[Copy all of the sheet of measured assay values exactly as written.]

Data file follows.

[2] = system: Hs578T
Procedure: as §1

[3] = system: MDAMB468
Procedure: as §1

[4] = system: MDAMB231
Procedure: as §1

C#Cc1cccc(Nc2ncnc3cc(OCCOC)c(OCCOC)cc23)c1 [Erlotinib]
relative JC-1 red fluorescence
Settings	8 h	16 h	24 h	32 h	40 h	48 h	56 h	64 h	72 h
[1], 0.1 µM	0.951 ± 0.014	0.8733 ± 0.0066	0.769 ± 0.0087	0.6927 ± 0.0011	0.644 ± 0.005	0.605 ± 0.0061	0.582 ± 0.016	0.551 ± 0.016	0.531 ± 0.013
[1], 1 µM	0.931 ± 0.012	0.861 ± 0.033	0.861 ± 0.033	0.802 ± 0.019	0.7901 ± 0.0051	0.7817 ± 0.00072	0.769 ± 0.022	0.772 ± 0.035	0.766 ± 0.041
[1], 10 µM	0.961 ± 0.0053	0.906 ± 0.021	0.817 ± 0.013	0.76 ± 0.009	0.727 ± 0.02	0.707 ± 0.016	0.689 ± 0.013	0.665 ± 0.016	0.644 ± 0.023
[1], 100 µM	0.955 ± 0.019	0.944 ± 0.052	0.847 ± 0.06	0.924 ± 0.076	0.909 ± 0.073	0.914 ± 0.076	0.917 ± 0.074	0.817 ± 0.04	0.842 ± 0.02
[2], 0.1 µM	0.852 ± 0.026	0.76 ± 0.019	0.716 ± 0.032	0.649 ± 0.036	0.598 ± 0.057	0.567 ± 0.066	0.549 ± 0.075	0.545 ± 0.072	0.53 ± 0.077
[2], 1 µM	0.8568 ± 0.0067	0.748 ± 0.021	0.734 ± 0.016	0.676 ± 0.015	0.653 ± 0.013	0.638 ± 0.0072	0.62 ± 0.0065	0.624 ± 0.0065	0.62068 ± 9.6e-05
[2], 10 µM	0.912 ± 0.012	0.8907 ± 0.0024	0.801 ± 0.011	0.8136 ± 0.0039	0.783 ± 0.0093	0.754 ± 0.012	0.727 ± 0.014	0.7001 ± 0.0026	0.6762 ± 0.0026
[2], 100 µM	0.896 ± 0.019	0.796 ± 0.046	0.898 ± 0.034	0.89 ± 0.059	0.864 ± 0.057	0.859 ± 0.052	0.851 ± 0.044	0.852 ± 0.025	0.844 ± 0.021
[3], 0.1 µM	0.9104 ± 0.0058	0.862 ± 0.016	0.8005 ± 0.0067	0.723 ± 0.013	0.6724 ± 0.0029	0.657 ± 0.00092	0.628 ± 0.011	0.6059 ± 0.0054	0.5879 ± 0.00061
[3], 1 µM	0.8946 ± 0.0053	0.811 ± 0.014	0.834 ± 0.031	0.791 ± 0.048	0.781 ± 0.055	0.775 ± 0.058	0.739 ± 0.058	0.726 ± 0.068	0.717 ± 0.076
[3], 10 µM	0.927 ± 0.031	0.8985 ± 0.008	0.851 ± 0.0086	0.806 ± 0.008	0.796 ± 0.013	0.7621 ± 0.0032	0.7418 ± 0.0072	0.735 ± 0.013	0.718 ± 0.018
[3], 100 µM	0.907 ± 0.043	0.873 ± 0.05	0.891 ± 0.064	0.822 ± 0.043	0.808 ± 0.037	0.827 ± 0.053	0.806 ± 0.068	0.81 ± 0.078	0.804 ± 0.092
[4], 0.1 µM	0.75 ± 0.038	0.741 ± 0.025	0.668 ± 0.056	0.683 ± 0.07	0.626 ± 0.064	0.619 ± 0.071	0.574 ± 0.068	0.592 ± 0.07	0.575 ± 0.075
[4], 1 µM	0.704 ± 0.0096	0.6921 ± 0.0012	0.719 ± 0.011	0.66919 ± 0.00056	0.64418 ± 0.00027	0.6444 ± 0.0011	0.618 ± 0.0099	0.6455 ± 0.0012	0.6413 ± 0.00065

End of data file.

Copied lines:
[2] = system: Hs578T
Procedure: as §1

[3] = system: MDAMB468
Procedure: as §1

[4] = system: MDAMB231
Procedure: as §1

C#Cc1cccc(Nc2ncnc3cc(OCCOC)c(OCCOC)cc23)c1 [Erlotinib]
relative JC-1 red fluorescence
Settings	8 h	16 h	24 h	32 h	40 h	48 h	56 h	64 h	72 h
[1], 0.1 µM	0.951 ± 0.014	0.8733 ± 0.0066	0.769 ± 0.0087	0.6927 ± 0.0011	0.644 ± 0.005	0.605 ± 0.0061	0.582 ± 0.016	0.551 ± 0.016	0.531 ± 0.013
[1], 1 µM	0.931 ± 0.012	0.861 ± 0.033	0.861 ± 0.033	0.802 ± 0.019	0.7901 ± 0.0051	0.7817 ± 0.00072	0.769 ± 0.022	0.772 ± 0.035	0.766 ± 0.041
[1], 10 µM	0.961 ± 0.0053	0.906 ± 0.021	0.817 ± 0.013	0.76 ± 0.009	0.727 ± 0.02	0.707 ± 0.016	0.689 ± 0.013	0.665 ± 0.016	0.644 ± 0.023
[1], 100 µM	0.955 ± 0.019	0.944 ± 0.052	0.847 ± 0.06	0.924 ± 0.076	0.909 ± 0.073	0.914 ± 0.076	0.917 ± 0.074	0.817 ± 0.04	0.842 ± 0.02
[2], 0.1 µM	0.852 ± 0.026	0.76 ± 0.019	0.716 ± 0.032	0.649 ± 0.036	0.598 ± 0.057	0.567 ± 0.066	0.549 ± 0.075	0.545 ± 0.072	0.53 ± 0.077
[2], 1 µM	0.8568 ± 0.0067	0.748 ± 0.021	0.734 ± 0.016	0.676 ± 0.015	0.653 ± 0.013	0.638 ± 0.0072	0.62 ± 0.0065	0.624 ± 0.0065	0.62068 ± 9.6e-05
[2], 10 µM	0.912 ± 0.012	0.8907 ± 0.0024	0.801 ± 0.011	0.8136 ± 0.0039	0.783 ± 0.0093	0.754 ± 0.012	0.727 ± 0.014	0.7001 ± 0.0026	0.6762 ± 0.0026
[2], 100 µM	0.896 ± 0.019	0.796 ± 0.046	0.898 ± 0.034	0.89 ± 0.059	0.864 ± 0.057	0.859 ± 0.052	0.851 ± 0.044	0.852 ± 0.025	0.844 ± 0.021
[3], 0.1 µM	0.9104 ± 0.0058	0.862 ± 0.016	0.8005 ± 0.0067	0.723 ± 0.013	0.6724 ± 0.0029	0.657 ± 0.00092	0.628 ± 0.011	0.6059 ± 0.0054	0.5879 ± 0.00061
[3], 1 µM	0.8946 ± 0.0053	0.811 ± 0.014	0.834 ± 0.031	0.791 ± 0.048	0.781 ± 0.055	0.775 ± 0.058	0.739 ± 0.058	0.726 ± 0.068	0.717 ± 0.076
[3], 10 µM	0.927 ± 0.031	0.8985 ± 0.008	0.851 ± 0.0086	0.806 ± 0.008	0.796 ± 0.013	0.7621 ± 0.0032	0.7418 ± 0.0072	0.735 ± 0.013	0.718 ± 0.018
[3], 100 µM	0.907 ± 0.043	0.873 ± 0.05	0.891 ± 0.064	0.822 ± 0.043	0.808 ± 0.037	0.827 ± 0.053	0.806 ± 0.068	0.81 ± 0.078	0.804 ± 0.092
[4], 0.1 µM	0.75 ± 0.038	0.741 ± 0.025	0.668 ± 0.056	0.683 ± 0.07	0.626 ± 0.064	0.619 ± 0.071	0.574 ± 0.068	0.592 ± 0.07	0.575 ± 0.075
[4], 1 µM	0.704 ± 0.0096	0.6921 ± 0.0012	0.719 ± 0.011	0.66919 ± 0.00056	0.64418 ± 0.00027	0.6444 ± 0.0011	0.618 ± 0.0099	0.6455 ± 0.0012	0.6413 ± 0.00065